|Mark Wells White, Jr.|
January 18, 1983 – January 20, 1987
|Preceded by||Bill Clements|
|Succeeded by||Bill Clements|
46th Attorney General of Texas
January 19, 1979 – January 18, 1983
|Preceded by||John Luke Hill|
|Succeeded by||James Albon "Jim" Mattox|
74th Secretary of State of Texas
January 19, 1973 – October 27, 1977
|Preceded by||V. Larry Teaver, Jr.|
|Succeeded by||George Strake, Jr.|
|Born|| March 17, 1940|
|Died|| August 5, 2017 (aged 77)|
|Resting place||Texas State Cemetery in Austin|
|Spouse(s)||Linda Gale Thompson White (married 1966-2017, his death)|
|Children|| (1) Mark Wells White, III |
(2) Andrew White
(3) Elizabeth Marie White-Russell
|Alma mater|| Baylor University|
Baylor School of Law
Mark Wells White, Jr. (March 17, 1940 – August 5, 2017), was an American lawyer and Democratic politician who was the 43rd governor of his native Texas from 1983 to 1987. Earlier, he was the state attorney general from 1979 to 1983 and secretary of state for Texas from 1973 to 1977.
During a slump in the petroleum industry, White unseated Bill Clements of Dallas in the 1982 gubernatorial general election. Clements had been the state's first Republican governor in 105 years, but since 1995, no Democrat has served as governor of the state. Governor White sought to improve education, law enforcement, transportation, water resources, and he promoted industrial recruitment. He appointed the Dallas businessman and later third-party presidential contender Ross Perot to head an education commission that developed the controversial "no pass, no play" rule for athletes in Texas public schools. The change was in response to low Scholastic Aptitude Test scores at the time.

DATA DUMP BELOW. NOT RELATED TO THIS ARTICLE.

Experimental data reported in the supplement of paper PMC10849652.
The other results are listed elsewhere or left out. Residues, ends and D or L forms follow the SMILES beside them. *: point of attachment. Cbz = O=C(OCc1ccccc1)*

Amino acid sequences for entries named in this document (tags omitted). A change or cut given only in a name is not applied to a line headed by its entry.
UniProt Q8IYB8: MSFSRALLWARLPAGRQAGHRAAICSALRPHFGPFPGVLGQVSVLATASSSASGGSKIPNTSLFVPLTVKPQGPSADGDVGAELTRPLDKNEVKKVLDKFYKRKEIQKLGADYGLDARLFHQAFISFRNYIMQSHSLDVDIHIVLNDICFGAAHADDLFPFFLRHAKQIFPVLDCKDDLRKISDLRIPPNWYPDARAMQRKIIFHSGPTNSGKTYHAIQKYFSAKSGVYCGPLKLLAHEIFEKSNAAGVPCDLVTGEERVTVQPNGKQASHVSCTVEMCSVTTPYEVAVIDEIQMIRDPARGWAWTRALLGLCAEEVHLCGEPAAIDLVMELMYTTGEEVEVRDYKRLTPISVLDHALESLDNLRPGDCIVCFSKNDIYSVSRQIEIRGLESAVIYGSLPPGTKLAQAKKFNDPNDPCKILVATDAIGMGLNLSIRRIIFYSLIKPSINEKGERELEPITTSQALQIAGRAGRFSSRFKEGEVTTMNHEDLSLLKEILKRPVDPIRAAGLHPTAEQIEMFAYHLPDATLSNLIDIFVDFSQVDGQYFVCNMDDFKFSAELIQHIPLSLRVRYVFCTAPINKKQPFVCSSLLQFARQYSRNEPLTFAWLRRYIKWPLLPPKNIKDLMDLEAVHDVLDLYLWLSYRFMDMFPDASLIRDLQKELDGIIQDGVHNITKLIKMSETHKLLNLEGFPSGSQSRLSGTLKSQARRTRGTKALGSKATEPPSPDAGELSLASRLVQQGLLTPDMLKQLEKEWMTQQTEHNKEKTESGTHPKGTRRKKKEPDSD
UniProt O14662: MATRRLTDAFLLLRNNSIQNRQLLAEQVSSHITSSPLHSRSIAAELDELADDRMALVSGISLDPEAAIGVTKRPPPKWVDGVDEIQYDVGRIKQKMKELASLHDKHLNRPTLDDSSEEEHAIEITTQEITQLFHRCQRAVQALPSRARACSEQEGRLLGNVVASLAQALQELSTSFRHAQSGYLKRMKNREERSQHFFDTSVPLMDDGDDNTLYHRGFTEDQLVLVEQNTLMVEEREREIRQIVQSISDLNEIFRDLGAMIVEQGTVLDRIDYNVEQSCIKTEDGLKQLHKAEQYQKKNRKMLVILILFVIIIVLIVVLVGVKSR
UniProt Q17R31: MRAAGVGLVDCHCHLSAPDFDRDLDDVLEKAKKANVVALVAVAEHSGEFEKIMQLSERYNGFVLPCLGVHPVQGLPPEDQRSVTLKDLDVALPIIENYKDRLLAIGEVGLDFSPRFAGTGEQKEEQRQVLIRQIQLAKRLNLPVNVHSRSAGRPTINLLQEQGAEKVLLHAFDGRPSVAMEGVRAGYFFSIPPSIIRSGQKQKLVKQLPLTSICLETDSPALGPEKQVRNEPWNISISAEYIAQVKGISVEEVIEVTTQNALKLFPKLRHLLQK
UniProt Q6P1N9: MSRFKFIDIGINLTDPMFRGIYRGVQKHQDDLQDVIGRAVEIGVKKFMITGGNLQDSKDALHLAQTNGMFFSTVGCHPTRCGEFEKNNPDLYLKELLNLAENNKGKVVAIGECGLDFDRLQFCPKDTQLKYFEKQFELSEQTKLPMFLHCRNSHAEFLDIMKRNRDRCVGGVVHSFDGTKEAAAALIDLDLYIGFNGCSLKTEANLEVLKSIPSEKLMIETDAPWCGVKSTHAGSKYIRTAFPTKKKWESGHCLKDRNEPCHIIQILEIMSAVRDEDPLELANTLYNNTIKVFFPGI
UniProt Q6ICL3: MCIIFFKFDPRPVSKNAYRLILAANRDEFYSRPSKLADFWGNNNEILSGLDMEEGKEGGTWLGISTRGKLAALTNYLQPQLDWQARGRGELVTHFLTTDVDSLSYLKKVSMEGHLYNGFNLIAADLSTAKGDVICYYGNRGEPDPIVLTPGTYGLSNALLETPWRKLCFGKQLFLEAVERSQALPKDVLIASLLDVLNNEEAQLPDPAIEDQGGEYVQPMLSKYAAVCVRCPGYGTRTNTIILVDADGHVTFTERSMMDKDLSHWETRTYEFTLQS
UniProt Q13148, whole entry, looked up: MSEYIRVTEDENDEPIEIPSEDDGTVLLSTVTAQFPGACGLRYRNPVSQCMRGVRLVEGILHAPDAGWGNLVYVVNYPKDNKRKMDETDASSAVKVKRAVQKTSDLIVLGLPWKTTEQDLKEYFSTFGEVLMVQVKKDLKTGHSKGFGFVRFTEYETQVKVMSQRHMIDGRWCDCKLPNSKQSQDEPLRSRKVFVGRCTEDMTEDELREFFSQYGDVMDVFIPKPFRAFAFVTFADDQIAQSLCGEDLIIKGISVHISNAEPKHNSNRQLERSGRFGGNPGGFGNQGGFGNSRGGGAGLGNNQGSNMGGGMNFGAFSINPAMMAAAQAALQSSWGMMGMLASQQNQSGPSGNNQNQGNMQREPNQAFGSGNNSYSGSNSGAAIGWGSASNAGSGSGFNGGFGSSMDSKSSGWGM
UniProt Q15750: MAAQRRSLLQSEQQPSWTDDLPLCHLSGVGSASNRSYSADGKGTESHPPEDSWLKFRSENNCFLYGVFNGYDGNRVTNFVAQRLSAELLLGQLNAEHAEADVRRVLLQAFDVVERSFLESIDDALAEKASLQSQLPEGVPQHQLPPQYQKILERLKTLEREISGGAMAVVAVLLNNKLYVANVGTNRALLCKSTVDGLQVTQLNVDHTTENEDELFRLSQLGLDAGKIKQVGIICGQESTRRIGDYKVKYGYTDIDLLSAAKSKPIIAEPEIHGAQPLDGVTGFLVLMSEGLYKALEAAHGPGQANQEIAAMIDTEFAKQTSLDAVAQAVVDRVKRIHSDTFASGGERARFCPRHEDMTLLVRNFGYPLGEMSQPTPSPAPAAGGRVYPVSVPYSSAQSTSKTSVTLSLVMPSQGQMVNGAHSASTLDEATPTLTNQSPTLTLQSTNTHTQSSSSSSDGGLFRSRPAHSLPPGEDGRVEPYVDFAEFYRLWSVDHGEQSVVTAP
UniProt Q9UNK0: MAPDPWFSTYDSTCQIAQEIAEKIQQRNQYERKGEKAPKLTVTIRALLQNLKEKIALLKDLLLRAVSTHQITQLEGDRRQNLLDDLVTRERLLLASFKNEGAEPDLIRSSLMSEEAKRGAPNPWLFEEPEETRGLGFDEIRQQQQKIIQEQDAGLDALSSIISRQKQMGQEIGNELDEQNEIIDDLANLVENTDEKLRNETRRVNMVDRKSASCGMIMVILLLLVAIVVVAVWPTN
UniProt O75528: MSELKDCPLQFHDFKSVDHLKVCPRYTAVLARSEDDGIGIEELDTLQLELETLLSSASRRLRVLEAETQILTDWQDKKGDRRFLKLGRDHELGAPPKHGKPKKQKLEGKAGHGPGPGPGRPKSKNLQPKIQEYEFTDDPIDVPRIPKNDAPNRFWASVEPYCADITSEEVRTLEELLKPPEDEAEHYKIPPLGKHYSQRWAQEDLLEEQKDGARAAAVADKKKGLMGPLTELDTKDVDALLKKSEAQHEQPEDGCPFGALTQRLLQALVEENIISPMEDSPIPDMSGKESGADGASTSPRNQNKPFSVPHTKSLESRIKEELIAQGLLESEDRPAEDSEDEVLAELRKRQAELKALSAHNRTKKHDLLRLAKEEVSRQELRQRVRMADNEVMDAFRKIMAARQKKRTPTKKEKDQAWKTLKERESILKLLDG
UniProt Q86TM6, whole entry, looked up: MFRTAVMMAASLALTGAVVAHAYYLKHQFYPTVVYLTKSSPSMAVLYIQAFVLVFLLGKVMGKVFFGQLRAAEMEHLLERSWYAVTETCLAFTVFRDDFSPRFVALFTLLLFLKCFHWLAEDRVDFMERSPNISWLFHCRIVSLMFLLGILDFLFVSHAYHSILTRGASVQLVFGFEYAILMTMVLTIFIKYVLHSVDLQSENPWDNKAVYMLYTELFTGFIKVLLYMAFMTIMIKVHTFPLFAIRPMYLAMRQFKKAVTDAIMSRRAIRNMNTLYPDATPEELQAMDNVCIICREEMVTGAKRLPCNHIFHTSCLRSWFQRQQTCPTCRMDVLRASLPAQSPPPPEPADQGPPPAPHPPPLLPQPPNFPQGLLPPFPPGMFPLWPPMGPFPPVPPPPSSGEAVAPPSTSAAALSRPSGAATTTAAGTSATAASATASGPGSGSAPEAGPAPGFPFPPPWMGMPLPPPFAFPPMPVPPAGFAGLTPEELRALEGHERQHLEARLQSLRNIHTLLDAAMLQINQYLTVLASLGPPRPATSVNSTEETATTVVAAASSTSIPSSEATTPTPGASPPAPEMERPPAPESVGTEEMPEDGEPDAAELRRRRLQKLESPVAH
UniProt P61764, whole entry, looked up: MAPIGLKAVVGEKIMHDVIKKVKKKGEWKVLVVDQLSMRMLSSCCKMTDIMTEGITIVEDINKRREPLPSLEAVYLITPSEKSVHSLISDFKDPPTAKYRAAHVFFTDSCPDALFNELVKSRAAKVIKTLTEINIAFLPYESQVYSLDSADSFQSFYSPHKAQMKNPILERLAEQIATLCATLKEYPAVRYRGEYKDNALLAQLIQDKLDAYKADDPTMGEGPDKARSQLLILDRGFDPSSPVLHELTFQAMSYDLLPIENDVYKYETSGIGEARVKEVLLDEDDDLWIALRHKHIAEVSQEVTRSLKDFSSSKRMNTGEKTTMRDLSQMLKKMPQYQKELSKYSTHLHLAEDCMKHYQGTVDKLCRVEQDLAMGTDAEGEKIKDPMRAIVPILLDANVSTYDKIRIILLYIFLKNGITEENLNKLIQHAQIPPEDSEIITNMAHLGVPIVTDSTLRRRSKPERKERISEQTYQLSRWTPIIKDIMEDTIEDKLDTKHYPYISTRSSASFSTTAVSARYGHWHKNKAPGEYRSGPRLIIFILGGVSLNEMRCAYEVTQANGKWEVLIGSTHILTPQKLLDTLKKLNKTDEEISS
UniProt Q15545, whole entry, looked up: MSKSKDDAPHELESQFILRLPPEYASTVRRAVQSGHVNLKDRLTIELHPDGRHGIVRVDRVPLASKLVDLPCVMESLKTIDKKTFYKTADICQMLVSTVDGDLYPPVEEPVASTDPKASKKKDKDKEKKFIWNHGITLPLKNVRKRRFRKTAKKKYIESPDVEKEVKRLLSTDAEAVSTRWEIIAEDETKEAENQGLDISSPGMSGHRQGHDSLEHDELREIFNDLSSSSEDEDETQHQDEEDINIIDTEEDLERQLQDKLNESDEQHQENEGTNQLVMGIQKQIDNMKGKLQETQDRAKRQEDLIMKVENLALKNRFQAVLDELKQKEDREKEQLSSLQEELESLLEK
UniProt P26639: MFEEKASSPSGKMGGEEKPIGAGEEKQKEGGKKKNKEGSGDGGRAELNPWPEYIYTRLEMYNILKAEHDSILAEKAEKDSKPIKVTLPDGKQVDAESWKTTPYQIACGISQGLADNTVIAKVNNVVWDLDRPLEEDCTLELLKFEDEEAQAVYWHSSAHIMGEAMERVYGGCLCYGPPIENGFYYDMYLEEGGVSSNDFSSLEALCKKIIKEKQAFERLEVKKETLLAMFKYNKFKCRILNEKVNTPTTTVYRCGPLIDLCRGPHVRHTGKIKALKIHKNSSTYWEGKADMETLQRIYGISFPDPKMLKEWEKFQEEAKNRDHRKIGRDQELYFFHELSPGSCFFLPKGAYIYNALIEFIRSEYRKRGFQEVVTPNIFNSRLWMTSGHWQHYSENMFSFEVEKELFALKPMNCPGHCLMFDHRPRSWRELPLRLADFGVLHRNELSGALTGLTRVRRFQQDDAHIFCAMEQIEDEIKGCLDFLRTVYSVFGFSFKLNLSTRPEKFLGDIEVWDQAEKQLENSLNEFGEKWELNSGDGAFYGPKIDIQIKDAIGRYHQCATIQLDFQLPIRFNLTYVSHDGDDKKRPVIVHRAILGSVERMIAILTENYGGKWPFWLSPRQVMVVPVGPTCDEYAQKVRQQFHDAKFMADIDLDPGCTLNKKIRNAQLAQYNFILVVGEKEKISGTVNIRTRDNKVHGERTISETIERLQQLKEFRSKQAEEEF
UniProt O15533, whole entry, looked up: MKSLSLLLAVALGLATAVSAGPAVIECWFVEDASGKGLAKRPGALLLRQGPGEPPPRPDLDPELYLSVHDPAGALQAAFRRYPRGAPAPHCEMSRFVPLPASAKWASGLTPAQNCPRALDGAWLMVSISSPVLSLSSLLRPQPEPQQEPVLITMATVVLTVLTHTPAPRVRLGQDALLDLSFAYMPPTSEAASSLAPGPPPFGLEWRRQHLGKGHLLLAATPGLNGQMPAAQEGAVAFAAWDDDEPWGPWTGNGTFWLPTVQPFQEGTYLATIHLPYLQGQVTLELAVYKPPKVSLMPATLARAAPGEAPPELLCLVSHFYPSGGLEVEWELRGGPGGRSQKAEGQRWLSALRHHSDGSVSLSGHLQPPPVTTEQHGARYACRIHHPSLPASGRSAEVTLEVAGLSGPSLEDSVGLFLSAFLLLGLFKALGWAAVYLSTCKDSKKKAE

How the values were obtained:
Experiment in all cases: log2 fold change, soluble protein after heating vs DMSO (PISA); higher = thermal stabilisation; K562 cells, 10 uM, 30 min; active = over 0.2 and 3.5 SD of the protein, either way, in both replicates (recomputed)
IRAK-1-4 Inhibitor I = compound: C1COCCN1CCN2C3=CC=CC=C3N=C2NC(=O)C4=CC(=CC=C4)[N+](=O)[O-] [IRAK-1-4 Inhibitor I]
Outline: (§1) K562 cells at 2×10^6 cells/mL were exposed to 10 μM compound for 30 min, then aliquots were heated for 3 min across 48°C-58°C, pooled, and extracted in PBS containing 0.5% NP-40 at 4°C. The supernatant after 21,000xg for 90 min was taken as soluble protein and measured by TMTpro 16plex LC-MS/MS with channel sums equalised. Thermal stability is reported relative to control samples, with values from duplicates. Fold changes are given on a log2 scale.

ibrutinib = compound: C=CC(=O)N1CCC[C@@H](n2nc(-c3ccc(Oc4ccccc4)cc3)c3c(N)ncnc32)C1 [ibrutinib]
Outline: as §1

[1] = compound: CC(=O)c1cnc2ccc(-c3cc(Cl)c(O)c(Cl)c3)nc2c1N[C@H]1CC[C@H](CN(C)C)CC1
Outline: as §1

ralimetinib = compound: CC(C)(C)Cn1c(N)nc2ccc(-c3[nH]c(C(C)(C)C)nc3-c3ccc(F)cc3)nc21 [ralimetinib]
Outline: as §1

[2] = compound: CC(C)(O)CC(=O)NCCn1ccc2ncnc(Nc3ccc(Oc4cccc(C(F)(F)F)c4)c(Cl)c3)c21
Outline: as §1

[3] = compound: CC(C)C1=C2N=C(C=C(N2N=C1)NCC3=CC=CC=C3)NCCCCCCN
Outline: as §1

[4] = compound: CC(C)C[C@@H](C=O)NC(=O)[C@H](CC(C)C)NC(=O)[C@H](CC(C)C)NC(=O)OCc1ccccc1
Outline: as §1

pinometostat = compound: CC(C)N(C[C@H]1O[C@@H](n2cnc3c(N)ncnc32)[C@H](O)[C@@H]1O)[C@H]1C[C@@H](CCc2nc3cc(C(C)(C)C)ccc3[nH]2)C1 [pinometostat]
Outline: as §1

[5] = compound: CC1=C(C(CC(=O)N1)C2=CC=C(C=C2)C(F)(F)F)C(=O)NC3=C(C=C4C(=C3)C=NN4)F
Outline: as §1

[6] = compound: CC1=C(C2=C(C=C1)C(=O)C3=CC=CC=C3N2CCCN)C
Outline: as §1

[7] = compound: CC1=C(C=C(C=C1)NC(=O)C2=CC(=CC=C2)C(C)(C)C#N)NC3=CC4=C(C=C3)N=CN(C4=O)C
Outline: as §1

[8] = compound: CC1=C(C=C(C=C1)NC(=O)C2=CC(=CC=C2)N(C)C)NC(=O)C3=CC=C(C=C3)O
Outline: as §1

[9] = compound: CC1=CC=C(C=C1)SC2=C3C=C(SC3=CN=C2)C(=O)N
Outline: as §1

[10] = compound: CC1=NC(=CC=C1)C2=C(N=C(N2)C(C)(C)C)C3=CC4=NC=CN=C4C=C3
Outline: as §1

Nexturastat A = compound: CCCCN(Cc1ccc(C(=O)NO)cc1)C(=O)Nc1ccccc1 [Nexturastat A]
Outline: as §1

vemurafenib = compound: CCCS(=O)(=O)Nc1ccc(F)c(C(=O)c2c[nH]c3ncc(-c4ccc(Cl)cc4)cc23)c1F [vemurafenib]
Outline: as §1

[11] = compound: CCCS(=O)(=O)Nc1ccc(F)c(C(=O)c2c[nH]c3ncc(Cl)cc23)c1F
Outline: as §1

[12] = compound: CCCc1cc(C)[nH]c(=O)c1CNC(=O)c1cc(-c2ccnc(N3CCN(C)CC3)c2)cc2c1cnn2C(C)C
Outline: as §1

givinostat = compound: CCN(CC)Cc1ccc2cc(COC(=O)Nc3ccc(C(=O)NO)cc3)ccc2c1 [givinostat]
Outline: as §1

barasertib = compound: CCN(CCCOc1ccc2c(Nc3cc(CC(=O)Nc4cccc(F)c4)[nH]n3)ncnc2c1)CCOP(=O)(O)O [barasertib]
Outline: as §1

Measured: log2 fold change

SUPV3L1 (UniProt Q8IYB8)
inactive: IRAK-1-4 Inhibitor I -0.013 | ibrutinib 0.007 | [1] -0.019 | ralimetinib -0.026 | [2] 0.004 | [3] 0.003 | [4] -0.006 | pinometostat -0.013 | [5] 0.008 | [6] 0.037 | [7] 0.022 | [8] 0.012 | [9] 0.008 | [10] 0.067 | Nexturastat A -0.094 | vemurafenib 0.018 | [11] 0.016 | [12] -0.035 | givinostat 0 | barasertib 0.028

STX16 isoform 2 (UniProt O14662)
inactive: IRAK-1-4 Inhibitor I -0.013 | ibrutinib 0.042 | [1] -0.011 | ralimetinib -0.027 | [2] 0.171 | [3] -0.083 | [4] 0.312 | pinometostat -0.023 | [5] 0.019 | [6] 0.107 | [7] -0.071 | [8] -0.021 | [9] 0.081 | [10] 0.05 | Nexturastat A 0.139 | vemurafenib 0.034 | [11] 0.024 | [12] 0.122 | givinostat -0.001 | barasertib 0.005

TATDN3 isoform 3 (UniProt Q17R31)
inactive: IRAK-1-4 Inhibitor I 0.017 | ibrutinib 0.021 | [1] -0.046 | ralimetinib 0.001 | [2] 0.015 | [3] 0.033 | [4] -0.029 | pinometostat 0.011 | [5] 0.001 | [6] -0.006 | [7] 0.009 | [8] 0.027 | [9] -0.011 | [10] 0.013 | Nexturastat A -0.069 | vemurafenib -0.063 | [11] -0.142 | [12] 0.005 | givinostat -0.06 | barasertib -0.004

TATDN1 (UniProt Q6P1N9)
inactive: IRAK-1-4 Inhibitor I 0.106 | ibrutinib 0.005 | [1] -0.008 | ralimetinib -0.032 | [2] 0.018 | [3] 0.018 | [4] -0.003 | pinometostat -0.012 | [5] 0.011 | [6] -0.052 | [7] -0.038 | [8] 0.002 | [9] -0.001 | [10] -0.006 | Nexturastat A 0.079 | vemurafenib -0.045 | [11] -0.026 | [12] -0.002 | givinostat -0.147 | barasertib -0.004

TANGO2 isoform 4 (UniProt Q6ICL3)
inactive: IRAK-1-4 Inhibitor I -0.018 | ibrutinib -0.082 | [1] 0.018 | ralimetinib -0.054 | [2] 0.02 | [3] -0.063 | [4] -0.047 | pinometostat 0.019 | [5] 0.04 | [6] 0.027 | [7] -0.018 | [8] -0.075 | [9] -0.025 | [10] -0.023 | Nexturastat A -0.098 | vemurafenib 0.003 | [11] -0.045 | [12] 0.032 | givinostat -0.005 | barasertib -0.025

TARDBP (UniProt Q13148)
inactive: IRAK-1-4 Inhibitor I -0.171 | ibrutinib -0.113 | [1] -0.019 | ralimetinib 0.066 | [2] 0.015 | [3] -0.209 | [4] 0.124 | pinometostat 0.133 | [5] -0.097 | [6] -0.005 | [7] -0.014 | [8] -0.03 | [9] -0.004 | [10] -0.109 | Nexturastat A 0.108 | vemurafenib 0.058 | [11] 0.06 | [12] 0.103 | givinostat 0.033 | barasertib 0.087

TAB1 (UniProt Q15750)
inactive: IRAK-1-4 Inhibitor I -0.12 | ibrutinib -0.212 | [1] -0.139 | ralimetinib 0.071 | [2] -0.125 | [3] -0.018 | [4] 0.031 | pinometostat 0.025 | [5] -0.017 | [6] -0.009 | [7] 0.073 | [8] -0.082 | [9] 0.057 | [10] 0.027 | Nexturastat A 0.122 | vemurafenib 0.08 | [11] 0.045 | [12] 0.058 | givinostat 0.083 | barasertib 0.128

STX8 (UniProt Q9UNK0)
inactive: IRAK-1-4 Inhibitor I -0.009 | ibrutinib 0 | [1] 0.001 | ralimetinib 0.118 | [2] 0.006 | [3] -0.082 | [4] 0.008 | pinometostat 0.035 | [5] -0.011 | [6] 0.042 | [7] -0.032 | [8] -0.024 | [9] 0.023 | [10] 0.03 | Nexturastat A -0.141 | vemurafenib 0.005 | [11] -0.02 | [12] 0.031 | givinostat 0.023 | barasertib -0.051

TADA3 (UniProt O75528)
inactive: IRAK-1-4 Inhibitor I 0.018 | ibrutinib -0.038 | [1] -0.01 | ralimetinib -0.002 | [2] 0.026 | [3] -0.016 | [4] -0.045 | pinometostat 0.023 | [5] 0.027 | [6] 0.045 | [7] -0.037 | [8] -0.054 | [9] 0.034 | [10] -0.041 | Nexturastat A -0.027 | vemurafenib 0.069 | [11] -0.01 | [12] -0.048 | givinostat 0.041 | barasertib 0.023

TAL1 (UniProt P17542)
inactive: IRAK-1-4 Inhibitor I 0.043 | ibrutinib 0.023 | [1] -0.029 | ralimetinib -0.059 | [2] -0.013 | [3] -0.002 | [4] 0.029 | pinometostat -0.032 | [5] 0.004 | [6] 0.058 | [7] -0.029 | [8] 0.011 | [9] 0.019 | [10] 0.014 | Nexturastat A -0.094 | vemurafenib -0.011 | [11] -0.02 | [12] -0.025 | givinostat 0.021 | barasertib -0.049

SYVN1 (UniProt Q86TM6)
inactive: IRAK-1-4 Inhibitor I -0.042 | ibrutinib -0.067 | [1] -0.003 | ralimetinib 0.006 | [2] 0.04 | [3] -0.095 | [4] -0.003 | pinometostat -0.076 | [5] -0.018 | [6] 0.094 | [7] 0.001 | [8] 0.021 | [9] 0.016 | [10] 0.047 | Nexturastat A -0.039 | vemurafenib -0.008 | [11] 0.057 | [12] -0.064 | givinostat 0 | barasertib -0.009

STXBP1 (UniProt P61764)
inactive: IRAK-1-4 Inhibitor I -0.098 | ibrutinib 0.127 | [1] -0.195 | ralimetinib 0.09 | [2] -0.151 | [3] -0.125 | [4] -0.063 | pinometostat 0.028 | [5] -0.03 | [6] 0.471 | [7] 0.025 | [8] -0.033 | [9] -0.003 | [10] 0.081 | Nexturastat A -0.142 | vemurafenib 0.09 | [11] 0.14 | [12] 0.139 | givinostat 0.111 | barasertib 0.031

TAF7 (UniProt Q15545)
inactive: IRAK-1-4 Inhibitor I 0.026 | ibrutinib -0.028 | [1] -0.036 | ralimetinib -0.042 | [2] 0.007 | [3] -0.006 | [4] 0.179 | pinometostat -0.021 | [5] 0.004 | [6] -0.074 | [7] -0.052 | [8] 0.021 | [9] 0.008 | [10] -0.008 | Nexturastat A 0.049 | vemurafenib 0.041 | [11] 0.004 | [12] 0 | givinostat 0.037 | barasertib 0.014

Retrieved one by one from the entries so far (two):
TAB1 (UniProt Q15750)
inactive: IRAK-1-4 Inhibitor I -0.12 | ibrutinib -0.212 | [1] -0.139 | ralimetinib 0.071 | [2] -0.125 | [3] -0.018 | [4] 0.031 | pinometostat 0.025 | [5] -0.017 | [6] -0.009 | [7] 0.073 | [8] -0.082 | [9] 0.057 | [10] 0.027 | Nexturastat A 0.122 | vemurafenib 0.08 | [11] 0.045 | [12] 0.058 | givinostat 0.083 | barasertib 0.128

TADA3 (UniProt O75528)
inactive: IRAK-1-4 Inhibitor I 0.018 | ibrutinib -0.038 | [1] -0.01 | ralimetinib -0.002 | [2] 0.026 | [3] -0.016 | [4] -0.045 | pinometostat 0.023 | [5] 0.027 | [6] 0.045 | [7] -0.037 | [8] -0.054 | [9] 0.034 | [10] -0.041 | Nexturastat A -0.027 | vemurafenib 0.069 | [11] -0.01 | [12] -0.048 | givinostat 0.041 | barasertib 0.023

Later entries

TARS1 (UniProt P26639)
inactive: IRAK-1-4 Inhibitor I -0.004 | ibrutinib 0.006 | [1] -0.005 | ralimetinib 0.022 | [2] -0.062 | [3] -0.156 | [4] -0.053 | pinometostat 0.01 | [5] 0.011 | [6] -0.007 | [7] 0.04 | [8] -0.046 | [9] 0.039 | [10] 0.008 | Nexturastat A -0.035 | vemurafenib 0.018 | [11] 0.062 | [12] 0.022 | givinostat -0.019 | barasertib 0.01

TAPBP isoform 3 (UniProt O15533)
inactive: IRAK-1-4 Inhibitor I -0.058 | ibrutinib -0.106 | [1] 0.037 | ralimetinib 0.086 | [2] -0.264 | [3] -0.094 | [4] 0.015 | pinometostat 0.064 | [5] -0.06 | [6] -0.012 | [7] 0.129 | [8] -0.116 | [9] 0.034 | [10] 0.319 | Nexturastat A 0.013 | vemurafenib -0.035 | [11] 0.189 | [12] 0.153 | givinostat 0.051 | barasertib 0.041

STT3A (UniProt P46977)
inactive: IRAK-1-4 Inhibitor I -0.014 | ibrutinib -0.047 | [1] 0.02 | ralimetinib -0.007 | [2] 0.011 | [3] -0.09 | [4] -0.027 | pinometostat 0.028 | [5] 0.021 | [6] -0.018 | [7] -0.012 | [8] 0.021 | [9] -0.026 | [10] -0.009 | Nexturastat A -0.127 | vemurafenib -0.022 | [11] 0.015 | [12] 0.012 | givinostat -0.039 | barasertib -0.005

In the 1986 governor's race, however, Clements turned the tables on his rival White and reclaimed the office with 52.7 percent of the ballots cast. In 1990, White ran again but Clements retired. White and Jim Mattox, who had succeeded White as attorney general, lost the party's nomination that year to Ann Richards, the outgoing state treasurer, who went on to defeat the Republican businessman Clayton Wheat Williams, Jr. of Midland.